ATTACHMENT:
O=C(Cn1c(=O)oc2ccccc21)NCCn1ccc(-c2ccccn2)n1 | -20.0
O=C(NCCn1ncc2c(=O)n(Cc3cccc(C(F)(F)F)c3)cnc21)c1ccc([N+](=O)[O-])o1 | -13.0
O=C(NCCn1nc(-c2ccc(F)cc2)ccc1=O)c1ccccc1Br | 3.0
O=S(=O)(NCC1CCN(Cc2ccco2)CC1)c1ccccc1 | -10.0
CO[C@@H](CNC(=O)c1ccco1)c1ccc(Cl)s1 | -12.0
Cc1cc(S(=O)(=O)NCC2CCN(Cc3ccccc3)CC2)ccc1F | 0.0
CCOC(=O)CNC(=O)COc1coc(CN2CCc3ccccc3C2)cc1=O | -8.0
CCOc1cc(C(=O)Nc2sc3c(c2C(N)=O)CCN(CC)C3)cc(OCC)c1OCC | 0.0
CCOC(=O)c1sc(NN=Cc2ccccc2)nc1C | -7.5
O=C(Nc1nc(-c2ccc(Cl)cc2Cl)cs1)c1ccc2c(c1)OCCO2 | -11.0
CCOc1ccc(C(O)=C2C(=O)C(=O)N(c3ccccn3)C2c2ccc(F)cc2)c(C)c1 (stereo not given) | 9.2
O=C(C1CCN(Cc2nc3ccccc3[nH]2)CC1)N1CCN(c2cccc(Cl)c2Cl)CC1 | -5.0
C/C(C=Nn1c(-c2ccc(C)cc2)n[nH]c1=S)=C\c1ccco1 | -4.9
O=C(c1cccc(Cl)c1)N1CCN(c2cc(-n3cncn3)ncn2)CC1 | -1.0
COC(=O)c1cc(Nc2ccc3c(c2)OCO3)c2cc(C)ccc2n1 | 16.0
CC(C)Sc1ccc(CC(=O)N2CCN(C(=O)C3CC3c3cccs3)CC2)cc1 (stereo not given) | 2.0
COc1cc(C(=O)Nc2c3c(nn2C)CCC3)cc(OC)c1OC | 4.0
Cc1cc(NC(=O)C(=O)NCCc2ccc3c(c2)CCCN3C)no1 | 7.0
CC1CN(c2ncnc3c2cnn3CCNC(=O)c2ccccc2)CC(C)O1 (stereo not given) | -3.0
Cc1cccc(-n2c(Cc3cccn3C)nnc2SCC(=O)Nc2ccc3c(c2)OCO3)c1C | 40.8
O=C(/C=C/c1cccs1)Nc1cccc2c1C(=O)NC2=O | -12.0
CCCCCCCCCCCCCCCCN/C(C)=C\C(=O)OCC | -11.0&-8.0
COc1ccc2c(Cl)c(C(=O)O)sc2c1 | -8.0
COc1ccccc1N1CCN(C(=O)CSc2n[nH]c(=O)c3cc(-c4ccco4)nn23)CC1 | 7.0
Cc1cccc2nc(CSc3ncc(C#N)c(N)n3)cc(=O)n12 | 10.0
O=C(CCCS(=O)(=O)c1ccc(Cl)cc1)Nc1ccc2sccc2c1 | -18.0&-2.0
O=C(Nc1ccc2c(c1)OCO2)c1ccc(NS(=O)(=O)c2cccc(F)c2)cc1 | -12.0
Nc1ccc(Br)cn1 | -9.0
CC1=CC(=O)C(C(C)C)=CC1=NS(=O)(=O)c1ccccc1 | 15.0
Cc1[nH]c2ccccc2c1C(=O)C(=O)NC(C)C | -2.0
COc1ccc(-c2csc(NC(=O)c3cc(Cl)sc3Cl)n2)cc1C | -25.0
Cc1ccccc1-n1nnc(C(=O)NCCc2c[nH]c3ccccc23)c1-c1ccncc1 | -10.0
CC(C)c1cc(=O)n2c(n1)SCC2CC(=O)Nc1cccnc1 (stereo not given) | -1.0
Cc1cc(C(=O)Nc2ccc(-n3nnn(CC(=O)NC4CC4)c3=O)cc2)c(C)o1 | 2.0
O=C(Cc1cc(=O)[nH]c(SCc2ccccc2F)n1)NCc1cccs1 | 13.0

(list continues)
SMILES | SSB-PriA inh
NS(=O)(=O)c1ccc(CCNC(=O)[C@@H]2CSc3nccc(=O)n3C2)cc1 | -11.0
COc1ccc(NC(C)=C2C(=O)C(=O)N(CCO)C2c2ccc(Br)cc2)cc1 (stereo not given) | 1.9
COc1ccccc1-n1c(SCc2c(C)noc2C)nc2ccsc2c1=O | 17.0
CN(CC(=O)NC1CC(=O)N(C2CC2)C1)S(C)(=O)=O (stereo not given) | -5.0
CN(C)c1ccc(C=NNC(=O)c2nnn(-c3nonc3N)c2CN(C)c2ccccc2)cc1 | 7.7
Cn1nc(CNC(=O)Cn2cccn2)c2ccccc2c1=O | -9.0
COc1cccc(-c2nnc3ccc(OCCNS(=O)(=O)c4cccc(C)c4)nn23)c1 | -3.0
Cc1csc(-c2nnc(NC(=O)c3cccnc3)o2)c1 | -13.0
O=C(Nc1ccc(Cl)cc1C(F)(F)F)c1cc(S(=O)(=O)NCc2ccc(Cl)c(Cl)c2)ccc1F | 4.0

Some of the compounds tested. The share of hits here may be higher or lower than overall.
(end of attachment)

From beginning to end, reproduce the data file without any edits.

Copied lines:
O=C(Cn1c(=O)oc2ccccc21)NCCn1ccc(-c2ccccn2)n1 | -20.0
O=C(NCCn1ncc2c(=O)n(Cc3cccc(C(F)(F)F)c3)cnc21)c1ccc([N+](=O)[O-])o1 | -13.0
O=C(NCCn1nc(-c2ccc(F)cc2)ccc1=O)c1ccccc1Br | 3.0
O=S(=O)(NCC1CCN(Cc2ccco2)CC1)c1ccccc1 | -10.0
CO[C@@H](CNC(=O)c1ccco1)c1ccc(Cl)s1 | -12.0
Cc1cc(S(=O)(=O)NCC2CCN(Cc3ccccc3)CC2)ccc1F | 0.0
CCOC(=O)CNC(=O)COc1coc(CN2CCc3ccccc3C2)cc1=O | -8.0
CCOc1cc(C(=O)Nc2sc3c(c2C(N)=O)CCN(CC)C3)cc(OCC)c1OCC | 0.0
CCOC(=O)c1sc(NN=Cc2ccccc2)nc1C | -7.5
O=C(Nc1nc(-c2ccc(Cl)cc2Cl)cs1)c1ccc2c(c1)OCCO2 | -11.0
CCOc1ccc(C(O)=C2C(=O)C(=O)N(c3ccccn3)C2c2ccc(F)cc2)c(C)c1 (stereo not given) | 9.2
O=C(C1CCN(Cc2nc3ccccc3[nH]2)CC1)N1CCN(c2cccc(Cl)c2Cl)CC1 | -5.0
C/C(C=Nn1c(-c2ccc(C)cc2)n[nH]c1=S)=C\c1ccco1 | -4.9
O=C(c1cccc(Cl)c1)N1CCN(c2cc(-n3cncn3)ncn2)CC1 | -1.0
COC(=O)c1cc(Nc2ccc3c(c2)OCO3)c2cc(C)ccc2n1 | 16.0
CC(C)Sc1ccc(CC(=O)N2CCN(C(=O)C3CC3c3cccs3)CC2)cc1 (stereo not given) | 2.0
COc1cc(C(=O)Nc2c3c(nn2C)CCC3)cc(OC)c1OC | 4.0
Cc1cc(NC(=O)C(=O)NCCc2ccc3c(c2)CCCN3C)no1 | 7.0
CC1CN(c2ncnc3c2cnn3CCNC(=O)c2ccccc2)CC(C)O1 (stereo not given) | -3.0
Cc1cccc(-n2c(Cc3cccn3C)nnc2SCC(=O)Nc2ccc3c(c2)OCO3)c1C | 40.8
O=C(/C=C/c1cccs1)Nc1cccc2c1C(=O)NC2=O | -12.0
CCCCCCCCCCCCCCCCN/C(C)=C\C(=O)OCC | -11.0&-8.0
COc1ccc2c(Cl)c(C(=O)O)sc2c1 | -8.0
COc1ccccc1N1CCN(C(=O)CSc2n[nH]c(=O)c3cc(-c4ccco4)nn23)CC1 | 7.0
Cc1cccc2nc(CSc3ncc(C#N)c(N)n3)cc(=O)n12 | 10.0
O=C(CCCS(=O)(=O)c1ccc(Cl)cc1)Nc1ccc2sccc2c1 | -18.0&-2.0
O=C(Nc1ccc2c(c1)OCO2)c1ccc(NS(=O)(=O)c2cccc(F)c2)cc1 | -12.0
Nc1ccc(Br)cn1 | -9.0
CC1=CC(=O)C(C(C)C)=CC1=NS(=O)(=O)c1ccccc1 | 15.0
Cc1[nH]c2ccccc2c1C(=O)C(=O)NC(C)C | -2.0
COc1ccc(-c2csc(NC(=O)c3cc(Cl)sc3Cl)n2)cc1C | -25.0
Cc1ccccc1-n1nnc(C(=O)NCCc2c[nH]c3ccccc23)c1-c1ccncc1 | -10.0
CC(C)c1cc(=O)n2c(n1)SCC2CC(=O)Nc1cccnc1 (stereo not given) | -1.0
Cc1cc(C(=O)Nc2ccc(-n3nnn(CC(=O)NC4CC4)c3=O)cc2)c(C)o1 | 2.0
O=C(Cc1cc(=O)[nH]c(SCc2ccccc2F)n1)NCc1cccs1 | 13.0

(list continues)
SMILES | SSB-PriA inh
NS(=O)(=O)c1ccc(CCNC(=O)[C@@H]2CSc3nccc(=O)n3C2)cc1 | -11.0
COc1ccc(NC(C)=C2C(=O)C(=O)N(CCO)C2c2ccc(Br)cc2)cc1 (stereo not given) | 1.9
COc1ccccc1-n1c(SCc2c(C)noc2C)nc2ccsc2c1=O | 17.0
CN(CC(=O)NC1CC(=O)N(C2CC2)C1)S(C)(=O)=O (stereo not given) | -5.0
CN(C)c1ccc(C=NNC(=O)c2nnn(-c3nonc3N)c2CN(C)c2ccccc2)cc1 | 7.7
Cn1nc(CNC(=O)Cn2cccn2)c2ccccc2c1=O | -9.0
COc1cccc(-c2nnc3ccc(OCCNS(=O)(=O)c4cccc(C)c4)nn23)c1 | -3.0
Cc1csc(-c2nnc(NC(=O)c3cccnc3)o2)c1 | -13.0
O=C(Nc1ccc(Cl)cc1C(F)(F)F)c1cc(S(=O)(=O)NCc2ccc(Cl)c(Cl)c2)ccc1F | 4.0

Some of the compounds tested. The share of hits here may be higher or lower than overall.